Last Wednesday the NYC Loft Board published the final rules governing buildings covered by the Loft Law. These rules affect tenants covered under the 2010 expansion and 2013 amendment, as well as those covered under the original law. (Changes are minimal for “old Loft Law” buildings, except for the reduction in the milestone increases.)
With the rules published, the six-month clock has started ticking for tenants and landlords to apply for Loft Law coverage. The final deadline is March 11, 2014! If a unit is not registered by that time it may not be eligible for coverage. However, since coverage goes with the unit, it will still be possible for landlords to amend their registrations to reflect new tenants, or for tenants to apply to become the protected occupants of covered units, after that date.
Tenants can empower themselves by familiarizing themselves with the rules and the timetable which applies to their building.
Check the Loft Board announcement for the compliance deadlines for your building, which depend on which law, 281(1) through (5) or 281(5) 2013, covers your building.
12 of the 15 amended rules can be found on the NYC RULES site (filter by NYCLB). For Rules 2-01, 2-03, and 2-08, the best source for the rule amendments seems to be the August 12 edition of the City Record.
The deadline for applying for Loft Law coverage is March 11. How do help loft tenants all around the city to make an informed decision?
NYCLT will host a round table community strategy session Wednesday, September 4th at 7:30pm, at Crown Vic, 60 S. 2nd St., Williamsburg (L train to Bedford Ave) – look for us in the backyard. Continue reading
Last month we had a strong showing at the final Loft Board rules hearing from tenants who were concerned about the implementation of Incompatible Use and landlord abuse of the Narrative Statement Process.
It’s no secret that the Incompatible Use provisions of the 2010 Loft Law, originally intended to protect manufacturing, are sometimes used by building owners who want to keep their buildings residential but don’t want to grant their tenants Loft Law protections. Just contesting an application on the basis of Incompatible Use puts up a huge roadblock, and sometimes drives tenants out even though there is no actual danger.
One unfair and strange consequence of the way the rule was implemented in 2011 is that the burden of proof is put on tenants to prove that there is not a dangerous condition. Aside from the difficulty of proving a negative, this also puts a tremendous expense on the tenant – often reaching into tens of thousands of dollars in legal and engineering costs – just to counter a problem the owner claims but hasn’t proved. Continue reading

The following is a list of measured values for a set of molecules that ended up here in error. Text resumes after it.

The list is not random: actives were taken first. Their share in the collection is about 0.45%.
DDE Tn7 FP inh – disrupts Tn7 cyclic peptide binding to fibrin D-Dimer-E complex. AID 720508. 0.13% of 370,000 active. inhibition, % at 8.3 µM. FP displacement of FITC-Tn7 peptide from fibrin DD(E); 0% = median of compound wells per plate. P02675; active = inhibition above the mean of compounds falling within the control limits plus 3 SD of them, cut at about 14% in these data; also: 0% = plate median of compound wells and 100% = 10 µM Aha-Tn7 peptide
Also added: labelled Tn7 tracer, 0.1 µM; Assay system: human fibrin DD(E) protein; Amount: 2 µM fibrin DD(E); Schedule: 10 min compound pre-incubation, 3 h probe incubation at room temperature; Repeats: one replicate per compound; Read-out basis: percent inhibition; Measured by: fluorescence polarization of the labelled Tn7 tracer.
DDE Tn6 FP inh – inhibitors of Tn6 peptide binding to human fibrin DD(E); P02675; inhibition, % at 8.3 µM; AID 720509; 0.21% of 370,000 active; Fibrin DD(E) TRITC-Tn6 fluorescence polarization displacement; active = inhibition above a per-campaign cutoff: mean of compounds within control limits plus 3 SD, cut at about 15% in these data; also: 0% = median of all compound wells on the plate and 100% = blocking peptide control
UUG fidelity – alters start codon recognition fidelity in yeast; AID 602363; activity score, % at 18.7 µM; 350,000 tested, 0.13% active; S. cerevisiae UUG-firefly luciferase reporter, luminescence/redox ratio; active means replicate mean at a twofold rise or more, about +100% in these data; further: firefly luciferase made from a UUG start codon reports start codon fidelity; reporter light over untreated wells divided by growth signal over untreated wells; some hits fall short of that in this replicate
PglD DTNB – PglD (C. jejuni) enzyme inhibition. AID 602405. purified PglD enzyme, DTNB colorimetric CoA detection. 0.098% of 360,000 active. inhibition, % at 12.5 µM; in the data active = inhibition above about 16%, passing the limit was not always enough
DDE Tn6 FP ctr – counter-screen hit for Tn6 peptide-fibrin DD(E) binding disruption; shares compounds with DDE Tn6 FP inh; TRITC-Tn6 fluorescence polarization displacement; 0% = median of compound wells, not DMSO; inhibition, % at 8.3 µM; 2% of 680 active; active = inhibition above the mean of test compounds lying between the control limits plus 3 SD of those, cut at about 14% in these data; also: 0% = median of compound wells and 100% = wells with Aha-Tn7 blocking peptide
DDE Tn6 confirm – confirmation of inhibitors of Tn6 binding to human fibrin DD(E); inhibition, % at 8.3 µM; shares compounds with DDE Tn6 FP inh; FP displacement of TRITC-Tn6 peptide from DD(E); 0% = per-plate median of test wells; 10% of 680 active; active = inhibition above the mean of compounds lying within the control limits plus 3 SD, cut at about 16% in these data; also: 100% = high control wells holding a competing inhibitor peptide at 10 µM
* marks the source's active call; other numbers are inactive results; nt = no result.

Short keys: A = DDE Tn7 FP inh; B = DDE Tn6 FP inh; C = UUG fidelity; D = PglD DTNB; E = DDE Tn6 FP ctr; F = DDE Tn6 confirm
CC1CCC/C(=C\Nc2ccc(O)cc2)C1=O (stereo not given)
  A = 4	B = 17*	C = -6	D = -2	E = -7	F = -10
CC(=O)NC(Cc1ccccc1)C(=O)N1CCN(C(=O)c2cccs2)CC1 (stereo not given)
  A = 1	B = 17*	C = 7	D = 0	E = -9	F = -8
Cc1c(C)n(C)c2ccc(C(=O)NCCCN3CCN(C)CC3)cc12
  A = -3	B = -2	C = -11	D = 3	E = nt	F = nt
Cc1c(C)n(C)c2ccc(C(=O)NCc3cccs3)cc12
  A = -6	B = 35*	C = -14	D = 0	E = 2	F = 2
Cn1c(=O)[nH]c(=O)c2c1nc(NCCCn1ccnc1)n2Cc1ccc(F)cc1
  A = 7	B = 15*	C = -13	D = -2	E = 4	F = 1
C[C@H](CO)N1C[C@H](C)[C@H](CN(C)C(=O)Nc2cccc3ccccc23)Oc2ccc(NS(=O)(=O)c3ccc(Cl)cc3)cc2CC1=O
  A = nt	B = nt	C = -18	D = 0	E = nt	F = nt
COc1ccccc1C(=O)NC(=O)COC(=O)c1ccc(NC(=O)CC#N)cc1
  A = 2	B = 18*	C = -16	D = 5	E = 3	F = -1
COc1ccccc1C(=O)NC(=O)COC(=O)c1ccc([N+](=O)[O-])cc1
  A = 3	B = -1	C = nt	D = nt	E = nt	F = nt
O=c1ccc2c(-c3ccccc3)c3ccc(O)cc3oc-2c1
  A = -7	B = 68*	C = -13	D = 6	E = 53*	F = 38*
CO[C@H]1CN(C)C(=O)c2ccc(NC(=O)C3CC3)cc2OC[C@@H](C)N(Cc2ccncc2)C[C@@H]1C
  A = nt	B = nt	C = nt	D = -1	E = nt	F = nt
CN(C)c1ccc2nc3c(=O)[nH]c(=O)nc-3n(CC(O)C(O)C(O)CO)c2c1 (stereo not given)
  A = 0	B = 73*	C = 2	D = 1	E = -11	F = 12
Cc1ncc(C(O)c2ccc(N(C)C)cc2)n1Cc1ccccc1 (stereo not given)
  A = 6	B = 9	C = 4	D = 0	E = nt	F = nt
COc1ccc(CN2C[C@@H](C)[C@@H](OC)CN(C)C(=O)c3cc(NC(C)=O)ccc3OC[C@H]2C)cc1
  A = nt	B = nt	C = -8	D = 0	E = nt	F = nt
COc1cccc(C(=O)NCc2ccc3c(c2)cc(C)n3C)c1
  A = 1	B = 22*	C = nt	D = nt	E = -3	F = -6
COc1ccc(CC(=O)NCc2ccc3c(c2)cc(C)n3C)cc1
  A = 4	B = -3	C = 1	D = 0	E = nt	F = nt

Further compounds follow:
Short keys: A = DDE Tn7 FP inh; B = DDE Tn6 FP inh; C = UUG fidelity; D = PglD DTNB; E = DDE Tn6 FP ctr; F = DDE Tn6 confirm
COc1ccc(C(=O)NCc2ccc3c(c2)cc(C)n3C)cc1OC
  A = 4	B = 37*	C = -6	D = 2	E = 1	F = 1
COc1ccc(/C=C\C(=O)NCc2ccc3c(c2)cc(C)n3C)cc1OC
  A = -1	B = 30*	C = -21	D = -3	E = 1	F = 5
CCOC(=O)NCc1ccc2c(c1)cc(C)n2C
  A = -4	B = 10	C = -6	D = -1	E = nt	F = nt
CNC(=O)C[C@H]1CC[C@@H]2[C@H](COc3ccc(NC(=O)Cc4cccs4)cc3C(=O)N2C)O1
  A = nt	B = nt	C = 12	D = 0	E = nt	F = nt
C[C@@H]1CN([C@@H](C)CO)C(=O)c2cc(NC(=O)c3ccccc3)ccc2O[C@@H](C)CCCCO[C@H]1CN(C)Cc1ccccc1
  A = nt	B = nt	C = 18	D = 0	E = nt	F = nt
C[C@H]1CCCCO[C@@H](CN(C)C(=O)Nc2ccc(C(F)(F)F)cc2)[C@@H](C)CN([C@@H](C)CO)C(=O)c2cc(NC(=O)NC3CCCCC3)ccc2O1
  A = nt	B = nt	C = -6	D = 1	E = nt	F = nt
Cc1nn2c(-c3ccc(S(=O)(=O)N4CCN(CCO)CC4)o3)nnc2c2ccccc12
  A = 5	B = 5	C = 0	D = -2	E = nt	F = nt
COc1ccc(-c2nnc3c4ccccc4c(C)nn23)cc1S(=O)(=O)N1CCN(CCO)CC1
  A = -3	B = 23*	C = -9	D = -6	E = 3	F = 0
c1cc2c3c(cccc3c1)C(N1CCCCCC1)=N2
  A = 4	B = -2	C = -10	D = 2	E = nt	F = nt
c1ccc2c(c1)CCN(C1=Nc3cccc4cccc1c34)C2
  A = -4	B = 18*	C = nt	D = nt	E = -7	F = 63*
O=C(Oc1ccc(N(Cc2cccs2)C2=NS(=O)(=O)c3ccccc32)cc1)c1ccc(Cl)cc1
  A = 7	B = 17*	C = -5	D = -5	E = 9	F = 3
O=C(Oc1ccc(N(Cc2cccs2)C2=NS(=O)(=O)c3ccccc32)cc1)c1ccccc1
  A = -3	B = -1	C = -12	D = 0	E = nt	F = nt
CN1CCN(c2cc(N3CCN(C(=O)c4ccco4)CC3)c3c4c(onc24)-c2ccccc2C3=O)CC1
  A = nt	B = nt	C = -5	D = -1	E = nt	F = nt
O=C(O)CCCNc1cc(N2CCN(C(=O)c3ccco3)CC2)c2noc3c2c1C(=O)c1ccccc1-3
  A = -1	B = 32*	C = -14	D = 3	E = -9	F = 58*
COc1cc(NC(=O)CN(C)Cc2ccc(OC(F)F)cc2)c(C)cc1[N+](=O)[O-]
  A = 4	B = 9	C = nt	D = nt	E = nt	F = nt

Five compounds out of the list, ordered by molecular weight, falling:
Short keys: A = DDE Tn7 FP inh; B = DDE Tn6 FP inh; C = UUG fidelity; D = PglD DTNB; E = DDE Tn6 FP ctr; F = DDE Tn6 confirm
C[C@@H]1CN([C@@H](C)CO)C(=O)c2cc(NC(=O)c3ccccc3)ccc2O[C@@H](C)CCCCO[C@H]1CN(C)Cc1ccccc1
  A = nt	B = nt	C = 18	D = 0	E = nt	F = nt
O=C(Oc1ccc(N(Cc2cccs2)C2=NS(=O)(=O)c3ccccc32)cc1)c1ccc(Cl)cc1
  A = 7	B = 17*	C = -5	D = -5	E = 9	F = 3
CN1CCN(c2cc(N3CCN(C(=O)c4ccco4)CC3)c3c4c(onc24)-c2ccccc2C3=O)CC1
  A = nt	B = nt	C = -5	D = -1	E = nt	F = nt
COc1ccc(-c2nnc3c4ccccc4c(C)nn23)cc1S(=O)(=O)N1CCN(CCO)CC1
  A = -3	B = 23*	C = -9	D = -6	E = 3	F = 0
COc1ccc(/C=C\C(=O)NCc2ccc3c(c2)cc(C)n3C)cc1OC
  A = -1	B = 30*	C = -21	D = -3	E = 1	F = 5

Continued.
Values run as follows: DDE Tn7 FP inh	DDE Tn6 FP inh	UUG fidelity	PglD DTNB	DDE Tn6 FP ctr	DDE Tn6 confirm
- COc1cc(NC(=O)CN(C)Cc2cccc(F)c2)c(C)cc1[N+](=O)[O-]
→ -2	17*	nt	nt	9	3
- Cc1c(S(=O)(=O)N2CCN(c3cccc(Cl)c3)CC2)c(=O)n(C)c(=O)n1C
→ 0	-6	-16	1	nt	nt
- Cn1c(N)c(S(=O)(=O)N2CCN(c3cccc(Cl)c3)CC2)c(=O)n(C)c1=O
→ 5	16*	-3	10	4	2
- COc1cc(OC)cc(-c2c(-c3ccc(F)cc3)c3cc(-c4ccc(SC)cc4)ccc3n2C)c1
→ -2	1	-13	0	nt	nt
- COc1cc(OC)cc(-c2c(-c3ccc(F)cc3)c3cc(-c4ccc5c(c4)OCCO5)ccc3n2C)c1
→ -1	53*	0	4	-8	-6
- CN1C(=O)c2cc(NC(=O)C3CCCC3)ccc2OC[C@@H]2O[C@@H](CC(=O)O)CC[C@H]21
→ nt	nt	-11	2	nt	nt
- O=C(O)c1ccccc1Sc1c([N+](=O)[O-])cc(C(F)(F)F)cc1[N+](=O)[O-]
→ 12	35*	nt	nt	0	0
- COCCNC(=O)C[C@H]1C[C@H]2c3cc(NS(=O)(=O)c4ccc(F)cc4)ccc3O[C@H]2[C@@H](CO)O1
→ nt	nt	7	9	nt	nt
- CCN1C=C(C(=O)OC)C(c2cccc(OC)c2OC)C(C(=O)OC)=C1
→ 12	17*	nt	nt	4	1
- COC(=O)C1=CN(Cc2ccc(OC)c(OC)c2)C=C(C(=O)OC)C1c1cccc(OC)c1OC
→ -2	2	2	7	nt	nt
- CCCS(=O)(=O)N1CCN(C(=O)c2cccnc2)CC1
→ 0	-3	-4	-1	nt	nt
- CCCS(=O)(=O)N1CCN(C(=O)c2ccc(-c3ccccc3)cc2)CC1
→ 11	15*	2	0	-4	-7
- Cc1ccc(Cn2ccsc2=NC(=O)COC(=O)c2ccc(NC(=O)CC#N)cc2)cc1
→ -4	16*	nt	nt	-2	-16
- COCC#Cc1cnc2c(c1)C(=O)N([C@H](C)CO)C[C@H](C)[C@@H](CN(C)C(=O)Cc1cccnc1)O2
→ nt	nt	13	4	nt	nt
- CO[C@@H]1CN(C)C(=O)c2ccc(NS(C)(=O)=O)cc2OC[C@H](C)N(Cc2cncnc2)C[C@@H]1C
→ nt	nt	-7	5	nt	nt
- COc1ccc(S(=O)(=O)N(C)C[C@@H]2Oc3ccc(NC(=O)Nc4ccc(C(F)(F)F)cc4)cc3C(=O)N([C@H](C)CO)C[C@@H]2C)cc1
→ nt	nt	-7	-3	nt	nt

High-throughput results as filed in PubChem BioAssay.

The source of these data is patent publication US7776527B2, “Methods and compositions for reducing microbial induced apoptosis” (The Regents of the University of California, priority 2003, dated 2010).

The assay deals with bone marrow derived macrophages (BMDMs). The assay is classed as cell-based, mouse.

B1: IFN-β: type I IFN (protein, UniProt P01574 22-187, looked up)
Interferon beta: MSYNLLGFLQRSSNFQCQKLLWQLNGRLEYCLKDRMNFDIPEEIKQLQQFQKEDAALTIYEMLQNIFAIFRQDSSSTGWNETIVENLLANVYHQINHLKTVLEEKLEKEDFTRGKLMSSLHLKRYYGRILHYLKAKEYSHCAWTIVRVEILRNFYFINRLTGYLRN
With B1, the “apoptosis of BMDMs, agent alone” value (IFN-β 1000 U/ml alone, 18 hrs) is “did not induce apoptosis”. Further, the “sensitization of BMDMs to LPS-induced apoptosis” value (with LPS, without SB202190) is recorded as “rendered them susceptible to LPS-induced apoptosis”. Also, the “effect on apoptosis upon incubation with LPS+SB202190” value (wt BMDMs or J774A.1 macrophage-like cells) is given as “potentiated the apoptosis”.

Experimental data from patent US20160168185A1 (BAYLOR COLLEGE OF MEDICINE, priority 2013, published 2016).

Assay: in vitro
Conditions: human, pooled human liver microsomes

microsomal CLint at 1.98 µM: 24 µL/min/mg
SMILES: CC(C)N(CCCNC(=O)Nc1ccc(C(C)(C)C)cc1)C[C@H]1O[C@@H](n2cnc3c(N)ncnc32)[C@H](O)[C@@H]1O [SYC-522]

No one knows loft buildings better than the tenants who live there. Often tenants did most of the work to convert an empty warehouse or factory into living rooms, bedrooms, and kitchens. So when it comes time to make the building safe, it’s essential to have the tenants’ input.
That’s a large part of why the Narrative Statement Process was created. Rule 2-01 is very well thought out and fair. However, many loft landlords are flouting the process and trying to escape the tenant oversight that is at the heart of the rule. Don’t let them! Continue reading
Last summer NYC Loft Tenants participated in the hearing on Rule 2-12 to ask that the Loft Board make milestone rent increases transparent. This way tenants would know when a rent increase is legal and wouldn’t be at risk of retroactive increases. This remains a serious issue and we urge the Loft Board to consider our renewed request.
NYCLT offers a biweekly free and public Housing Clinic to help educate and empower tenants during the application and legalization process. We are frequently asked to help tenants understand what their legal rent is and where their building is in the process. We continually hear stories about landlords, under the new law, asking for rent increases which may or may not be based on milestones achieved. It is generally not easy to determine a building’s milestone by looking on BIS, because most buildings under the new law have had numerous earlier attempts at legalization and it is not clear which permits are valid. We are also seeing an increasing number of landlords under the old law suing their tenants for 10 to 15 years of retroactive rent increases which the landlord somehow forgot to ask for previously. Continue reading
Final Rules Teach-In
this Wednesday, May 1st, 7pm – 9pm
with Chuck DeLaney and Bill Hall
Last Monday, the Loft Board published six rules for public comment. The hearing will be 1pm May 16th at 22 Reade St.
You can read the changes to the rules on the Loft Board site. (Scroll down to “Recent News”.)
Are you concerned about how you’ll know whether your building is in compliance, Incompatible Use, or how increases get applied?
Want to understand the Loft Law but find reading legalese confusing? Bureaucratic process too tedious to comprehend? Be an educated tenant, be empowered!
Come to a Loft Law Reading Group! Continue reading